Following a brief period as Static Radio on 225 metres in late 1971 or early 1972, Radio Dublin re-established itself as a regular weekend broadcaster. Broadcasts resumed on 253 metres (1183 kHz) with a power of 50 watts fed into a V-antenna. At this point the station was located in Roger Lloyd’s flat in Crumlin. They were very pleased to get a reception report from a listener in Cheshire for a normal Sunday lunchtime broadcast.
Regular broadcasts were made every Sunday from noon until 2pm with Prince Terry (Roger Lloyd) and Mark T (Mark Storey) each doing an hour. The station served the young people of Dublin who had a penchant for heavier music. However, in the latter part of 1972 trouble first appeared on the horizon for the Dublin free radio stations. A white Volkswagen tracker car was spotted in the vicinity of Radio Galaxy, with the operator Tony Boylan quickly informing the other pirates in the city. The car, along with another, duly turned up in the area fairly close to Radio Dublin, which was forced to abruptly terminate its broadcasts one Sunday.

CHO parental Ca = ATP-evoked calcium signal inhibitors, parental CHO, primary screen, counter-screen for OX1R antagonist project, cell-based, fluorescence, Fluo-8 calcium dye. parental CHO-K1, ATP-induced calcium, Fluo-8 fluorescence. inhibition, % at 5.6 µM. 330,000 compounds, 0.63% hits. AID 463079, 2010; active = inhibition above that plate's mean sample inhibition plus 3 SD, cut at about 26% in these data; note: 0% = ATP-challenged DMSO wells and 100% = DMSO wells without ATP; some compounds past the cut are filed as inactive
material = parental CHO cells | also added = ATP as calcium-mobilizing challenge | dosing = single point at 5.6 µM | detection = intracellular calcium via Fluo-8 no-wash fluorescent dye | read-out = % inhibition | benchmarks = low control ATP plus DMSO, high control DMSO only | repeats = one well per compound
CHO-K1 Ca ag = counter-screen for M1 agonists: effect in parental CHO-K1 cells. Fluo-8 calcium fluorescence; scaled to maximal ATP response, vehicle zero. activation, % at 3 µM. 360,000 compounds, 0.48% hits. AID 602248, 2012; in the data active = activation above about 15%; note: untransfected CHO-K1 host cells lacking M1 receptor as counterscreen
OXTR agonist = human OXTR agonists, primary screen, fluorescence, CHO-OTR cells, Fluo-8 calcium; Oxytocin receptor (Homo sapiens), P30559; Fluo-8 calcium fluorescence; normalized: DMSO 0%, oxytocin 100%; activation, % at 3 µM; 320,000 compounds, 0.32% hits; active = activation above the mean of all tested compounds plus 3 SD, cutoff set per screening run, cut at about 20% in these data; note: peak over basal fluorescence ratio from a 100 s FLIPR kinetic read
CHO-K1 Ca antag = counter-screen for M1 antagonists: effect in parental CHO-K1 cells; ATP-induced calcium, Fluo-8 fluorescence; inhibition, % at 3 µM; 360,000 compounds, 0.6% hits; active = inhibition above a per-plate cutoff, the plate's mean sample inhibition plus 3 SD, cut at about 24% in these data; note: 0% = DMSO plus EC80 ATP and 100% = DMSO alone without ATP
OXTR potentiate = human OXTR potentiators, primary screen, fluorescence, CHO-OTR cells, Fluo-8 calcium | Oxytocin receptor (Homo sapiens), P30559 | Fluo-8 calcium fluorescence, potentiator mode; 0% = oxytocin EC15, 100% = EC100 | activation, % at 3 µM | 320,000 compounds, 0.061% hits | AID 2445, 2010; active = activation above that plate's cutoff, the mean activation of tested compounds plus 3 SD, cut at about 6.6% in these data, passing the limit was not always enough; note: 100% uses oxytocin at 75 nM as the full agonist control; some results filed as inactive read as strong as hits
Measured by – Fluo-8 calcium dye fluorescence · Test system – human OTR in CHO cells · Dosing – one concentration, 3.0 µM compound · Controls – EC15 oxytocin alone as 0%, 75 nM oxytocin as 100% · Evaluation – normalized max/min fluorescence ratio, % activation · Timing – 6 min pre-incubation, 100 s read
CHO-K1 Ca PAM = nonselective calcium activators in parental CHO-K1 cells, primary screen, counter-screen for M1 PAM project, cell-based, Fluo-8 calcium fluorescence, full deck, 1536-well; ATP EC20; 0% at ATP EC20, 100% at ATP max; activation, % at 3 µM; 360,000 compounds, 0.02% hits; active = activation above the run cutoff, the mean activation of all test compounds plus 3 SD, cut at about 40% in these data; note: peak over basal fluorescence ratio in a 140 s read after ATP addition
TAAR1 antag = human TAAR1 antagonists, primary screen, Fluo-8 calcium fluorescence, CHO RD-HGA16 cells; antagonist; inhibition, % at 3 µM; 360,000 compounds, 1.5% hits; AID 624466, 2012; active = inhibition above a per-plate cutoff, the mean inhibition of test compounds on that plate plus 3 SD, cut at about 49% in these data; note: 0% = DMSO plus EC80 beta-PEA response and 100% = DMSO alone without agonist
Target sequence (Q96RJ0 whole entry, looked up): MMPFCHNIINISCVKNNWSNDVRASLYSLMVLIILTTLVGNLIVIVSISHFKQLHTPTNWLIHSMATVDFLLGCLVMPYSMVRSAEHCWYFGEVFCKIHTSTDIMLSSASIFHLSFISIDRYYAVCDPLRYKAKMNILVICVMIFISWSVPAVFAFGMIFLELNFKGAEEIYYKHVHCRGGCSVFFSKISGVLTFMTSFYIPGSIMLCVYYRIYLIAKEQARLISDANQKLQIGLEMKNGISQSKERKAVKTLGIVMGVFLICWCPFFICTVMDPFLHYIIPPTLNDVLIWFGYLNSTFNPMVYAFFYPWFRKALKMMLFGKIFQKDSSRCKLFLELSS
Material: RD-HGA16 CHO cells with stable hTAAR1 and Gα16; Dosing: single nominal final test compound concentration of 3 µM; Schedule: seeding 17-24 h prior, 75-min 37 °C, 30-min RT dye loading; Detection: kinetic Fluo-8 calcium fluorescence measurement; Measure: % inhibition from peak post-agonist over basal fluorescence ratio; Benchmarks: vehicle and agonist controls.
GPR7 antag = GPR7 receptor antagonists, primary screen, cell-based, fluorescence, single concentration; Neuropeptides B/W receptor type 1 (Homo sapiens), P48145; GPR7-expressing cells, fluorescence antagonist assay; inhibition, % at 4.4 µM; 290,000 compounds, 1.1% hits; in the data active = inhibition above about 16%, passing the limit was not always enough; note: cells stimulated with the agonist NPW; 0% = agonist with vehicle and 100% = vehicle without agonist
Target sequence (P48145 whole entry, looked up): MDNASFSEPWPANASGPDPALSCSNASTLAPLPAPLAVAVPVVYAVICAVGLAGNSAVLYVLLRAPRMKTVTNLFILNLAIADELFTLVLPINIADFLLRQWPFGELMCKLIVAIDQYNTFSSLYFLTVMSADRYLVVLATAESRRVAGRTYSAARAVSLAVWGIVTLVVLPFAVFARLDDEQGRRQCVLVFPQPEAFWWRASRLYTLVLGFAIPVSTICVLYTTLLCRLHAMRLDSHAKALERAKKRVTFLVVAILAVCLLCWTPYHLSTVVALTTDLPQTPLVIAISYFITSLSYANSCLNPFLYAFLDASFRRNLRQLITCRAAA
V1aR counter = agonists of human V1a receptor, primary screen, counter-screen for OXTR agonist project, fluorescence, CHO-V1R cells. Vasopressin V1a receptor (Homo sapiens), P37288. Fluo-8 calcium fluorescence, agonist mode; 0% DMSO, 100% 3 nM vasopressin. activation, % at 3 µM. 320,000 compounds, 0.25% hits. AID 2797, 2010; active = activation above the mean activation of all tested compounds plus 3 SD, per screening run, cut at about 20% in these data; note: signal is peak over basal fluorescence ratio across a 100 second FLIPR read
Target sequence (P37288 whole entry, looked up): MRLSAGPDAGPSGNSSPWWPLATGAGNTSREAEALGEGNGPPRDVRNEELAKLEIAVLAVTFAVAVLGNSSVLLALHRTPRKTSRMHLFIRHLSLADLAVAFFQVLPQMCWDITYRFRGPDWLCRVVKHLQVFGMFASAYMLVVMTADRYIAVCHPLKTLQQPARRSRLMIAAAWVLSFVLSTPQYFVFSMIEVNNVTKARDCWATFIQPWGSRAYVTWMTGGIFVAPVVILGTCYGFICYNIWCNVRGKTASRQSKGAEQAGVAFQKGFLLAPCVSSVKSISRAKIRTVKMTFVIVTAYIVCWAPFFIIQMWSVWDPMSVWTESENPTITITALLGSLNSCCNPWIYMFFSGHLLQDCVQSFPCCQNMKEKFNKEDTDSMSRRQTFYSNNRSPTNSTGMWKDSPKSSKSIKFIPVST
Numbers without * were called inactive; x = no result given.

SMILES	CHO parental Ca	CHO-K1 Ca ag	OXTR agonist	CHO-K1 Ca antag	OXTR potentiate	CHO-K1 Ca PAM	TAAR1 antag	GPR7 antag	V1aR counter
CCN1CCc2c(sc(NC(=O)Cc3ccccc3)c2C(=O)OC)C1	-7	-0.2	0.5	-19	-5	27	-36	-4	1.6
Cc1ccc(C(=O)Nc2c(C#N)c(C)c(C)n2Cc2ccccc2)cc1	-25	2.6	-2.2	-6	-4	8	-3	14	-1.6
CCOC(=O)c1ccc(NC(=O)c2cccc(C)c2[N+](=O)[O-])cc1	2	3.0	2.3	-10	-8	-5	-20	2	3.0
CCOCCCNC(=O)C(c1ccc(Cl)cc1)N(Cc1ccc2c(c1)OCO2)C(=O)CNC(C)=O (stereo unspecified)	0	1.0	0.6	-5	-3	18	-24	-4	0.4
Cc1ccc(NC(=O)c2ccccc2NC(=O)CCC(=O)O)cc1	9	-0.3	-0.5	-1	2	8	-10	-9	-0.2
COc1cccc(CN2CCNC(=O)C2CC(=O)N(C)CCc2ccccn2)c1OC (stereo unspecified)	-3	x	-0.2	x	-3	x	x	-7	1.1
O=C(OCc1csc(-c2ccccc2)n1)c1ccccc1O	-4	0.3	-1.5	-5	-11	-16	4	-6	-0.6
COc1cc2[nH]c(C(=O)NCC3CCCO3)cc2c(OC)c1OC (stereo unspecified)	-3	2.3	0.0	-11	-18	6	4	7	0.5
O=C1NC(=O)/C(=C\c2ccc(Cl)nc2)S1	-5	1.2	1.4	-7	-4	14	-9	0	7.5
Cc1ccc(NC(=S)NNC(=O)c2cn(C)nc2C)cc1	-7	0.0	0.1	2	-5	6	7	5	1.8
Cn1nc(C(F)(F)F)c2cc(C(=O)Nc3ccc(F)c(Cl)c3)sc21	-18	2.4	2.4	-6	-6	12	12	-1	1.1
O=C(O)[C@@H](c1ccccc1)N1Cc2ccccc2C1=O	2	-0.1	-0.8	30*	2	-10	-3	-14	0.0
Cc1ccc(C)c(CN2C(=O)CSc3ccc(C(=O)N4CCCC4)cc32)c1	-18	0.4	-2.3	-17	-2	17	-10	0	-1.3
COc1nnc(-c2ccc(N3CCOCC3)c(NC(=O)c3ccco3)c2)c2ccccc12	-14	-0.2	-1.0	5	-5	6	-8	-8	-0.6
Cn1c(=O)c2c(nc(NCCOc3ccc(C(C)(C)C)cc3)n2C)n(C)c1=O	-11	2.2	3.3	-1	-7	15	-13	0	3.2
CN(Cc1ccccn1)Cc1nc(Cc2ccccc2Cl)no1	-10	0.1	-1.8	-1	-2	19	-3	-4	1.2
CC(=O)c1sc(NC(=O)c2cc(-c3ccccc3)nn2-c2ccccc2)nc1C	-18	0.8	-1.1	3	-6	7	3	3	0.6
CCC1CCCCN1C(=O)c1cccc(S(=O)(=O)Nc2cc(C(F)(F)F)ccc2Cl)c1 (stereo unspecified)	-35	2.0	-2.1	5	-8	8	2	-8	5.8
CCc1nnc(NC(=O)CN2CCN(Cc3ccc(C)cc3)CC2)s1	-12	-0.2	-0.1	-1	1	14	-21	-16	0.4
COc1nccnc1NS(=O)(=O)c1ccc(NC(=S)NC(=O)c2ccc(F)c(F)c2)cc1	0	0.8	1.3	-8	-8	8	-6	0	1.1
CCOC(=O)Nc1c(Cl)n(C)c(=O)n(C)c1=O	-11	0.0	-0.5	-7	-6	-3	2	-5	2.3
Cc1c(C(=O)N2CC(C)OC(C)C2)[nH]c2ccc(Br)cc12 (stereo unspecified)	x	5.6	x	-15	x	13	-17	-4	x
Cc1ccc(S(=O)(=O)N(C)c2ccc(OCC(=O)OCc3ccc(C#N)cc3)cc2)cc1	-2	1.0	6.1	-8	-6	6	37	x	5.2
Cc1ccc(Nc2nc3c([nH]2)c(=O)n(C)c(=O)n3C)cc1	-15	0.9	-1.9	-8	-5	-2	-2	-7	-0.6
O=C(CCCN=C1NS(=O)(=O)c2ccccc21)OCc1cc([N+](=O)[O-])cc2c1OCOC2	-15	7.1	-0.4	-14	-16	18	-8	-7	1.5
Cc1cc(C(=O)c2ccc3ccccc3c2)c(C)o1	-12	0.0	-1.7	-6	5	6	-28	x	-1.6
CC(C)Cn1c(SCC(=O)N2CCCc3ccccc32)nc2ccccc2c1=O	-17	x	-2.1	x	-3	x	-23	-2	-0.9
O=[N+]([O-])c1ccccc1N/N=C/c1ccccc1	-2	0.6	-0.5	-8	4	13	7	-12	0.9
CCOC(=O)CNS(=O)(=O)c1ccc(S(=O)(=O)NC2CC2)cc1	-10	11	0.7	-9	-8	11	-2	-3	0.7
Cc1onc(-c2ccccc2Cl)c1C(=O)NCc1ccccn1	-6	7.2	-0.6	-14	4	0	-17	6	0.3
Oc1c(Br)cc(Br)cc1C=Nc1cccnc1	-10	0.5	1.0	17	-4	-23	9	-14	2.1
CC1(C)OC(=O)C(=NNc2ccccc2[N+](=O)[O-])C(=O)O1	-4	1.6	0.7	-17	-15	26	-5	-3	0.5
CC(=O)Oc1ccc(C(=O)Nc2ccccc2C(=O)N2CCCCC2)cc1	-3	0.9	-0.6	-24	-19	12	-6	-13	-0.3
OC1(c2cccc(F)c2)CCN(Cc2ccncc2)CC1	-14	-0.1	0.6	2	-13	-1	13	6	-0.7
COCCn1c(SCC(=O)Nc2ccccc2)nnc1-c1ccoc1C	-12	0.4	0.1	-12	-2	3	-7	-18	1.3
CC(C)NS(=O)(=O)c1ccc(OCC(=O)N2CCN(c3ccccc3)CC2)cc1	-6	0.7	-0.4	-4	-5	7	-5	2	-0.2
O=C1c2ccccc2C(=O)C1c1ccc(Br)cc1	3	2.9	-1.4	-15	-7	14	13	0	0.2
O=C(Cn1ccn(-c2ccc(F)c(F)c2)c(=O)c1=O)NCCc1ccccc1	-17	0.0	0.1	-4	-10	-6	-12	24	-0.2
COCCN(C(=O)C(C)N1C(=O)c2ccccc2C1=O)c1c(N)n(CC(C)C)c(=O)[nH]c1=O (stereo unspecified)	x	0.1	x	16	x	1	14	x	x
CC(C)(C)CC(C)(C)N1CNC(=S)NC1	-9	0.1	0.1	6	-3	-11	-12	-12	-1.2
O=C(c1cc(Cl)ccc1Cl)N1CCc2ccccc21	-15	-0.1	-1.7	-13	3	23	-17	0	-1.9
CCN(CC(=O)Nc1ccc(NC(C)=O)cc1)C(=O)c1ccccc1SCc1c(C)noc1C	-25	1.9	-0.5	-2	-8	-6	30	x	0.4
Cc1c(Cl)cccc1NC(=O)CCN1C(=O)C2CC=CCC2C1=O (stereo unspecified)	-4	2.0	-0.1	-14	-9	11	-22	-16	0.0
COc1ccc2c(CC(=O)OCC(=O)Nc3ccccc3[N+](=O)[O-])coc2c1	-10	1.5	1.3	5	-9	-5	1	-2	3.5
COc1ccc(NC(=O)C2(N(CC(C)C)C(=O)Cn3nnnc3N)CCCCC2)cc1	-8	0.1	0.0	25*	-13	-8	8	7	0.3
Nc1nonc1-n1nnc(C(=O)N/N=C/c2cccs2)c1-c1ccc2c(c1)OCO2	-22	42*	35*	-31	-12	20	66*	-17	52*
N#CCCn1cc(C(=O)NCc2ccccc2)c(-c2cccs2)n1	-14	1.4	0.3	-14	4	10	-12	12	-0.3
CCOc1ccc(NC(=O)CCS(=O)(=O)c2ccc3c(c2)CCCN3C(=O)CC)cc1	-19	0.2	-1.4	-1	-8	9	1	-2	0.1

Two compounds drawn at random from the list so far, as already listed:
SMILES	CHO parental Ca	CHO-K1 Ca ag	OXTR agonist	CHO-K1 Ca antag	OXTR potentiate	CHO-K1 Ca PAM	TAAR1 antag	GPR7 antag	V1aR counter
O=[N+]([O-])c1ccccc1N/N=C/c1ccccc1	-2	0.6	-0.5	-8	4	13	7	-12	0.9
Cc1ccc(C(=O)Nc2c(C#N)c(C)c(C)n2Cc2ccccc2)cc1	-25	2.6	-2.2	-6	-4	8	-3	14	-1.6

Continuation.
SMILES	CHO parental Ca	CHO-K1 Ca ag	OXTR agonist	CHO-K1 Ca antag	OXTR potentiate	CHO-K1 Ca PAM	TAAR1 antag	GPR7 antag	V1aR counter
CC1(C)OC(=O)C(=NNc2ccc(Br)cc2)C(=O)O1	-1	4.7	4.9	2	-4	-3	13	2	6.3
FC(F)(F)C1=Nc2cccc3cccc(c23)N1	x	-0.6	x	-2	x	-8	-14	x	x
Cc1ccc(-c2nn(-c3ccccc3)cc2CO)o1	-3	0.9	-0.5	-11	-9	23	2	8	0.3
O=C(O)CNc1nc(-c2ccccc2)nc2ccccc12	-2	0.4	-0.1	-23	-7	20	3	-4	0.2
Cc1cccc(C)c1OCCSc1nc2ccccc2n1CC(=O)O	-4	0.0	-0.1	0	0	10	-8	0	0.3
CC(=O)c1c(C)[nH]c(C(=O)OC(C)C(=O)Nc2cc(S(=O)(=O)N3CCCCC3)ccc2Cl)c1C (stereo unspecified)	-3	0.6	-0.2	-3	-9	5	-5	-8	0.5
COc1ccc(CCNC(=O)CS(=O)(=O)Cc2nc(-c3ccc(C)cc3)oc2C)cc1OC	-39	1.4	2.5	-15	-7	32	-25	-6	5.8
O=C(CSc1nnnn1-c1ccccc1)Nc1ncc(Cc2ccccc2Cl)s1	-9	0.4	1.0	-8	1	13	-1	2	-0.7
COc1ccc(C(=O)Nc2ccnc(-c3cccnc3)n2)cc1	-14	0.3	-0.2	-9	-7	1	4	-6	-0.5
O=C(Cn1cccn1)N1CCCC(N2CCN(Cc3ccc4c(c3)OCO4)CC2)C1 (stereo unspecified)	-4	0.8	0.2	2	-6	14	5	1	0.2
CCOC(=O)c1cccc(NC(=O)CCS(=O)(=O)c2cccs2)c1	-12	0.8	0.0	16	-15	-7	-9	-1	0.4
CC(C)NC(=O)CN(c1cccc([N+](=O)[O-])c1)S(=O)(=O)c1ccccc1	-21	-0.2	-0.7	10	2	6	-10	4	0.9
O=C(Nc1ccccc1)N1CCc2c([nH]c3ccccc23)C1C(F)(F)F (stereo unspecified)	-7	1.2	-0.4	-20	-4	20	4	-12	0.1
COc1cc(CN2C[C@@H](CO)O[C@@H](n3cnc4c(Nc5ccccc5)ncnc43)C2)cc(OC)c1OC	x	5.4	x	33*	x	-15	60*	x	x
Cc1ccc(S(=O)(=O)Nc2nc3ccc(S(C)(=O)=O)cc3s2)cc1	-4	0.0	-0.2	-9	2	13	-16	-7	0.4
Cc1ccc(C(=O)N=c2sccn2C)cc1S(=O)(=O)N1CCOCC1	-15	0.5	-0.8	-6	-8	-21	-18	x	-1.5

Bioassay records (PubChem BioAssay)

As a result, the operators of Radio Dublin decided to suspend transmissions on medium wave, with a plan to move to short wave which attracted less attention from the Department of Posts and Telegraphs. Reluctantly Radio Dublin made its final broadcast for the time being in October 1972, a wise move considering the raid that followed on Radio Milinda just a few weeks later. We will cover the Milinda story in another post.
This recording, which was supplied by Roger Lloyd, features Prince Terry and Mark T with their goodbye shows. The American jingle package of WDEE ‘the Big D’ is heard throughout. There is also a taped appearance at the end of the transmission from Ken Edwards (Sheehan), the founder of Radio Dublin. We thank Ian Biggar for the text and for sharing this rare recording.
Radio Dublin did make some transmissions on shortwave in 1973 and 1974 as the QSL received by Mike Barraclough in Herfordshire shows, as well as sporadic transmissions on 253 metres as illustrated by the QSL received by John Dowling in Carlow.
Radio Dublin or ‘Radio Baile Átha Cliath’ started as a technical point to point experiment by Ken Sheehan (Kenneth Edwards) in 1966 from his home in Drimnigh in Dublin. At about 10 watts, power was too low to travel further than about a mile but over the next three years, the transmitter was modified and power doubled to 20 watts. A new transmitter was installed in 1969 and regular taped music programmes were broadcast, normally on Sunday afternoons. The above information sheet from 1972 gives a flavour of the early history of the station. It’s interesting to see ‘Big D’ being used, years before the split that led to the breakaway station of that name.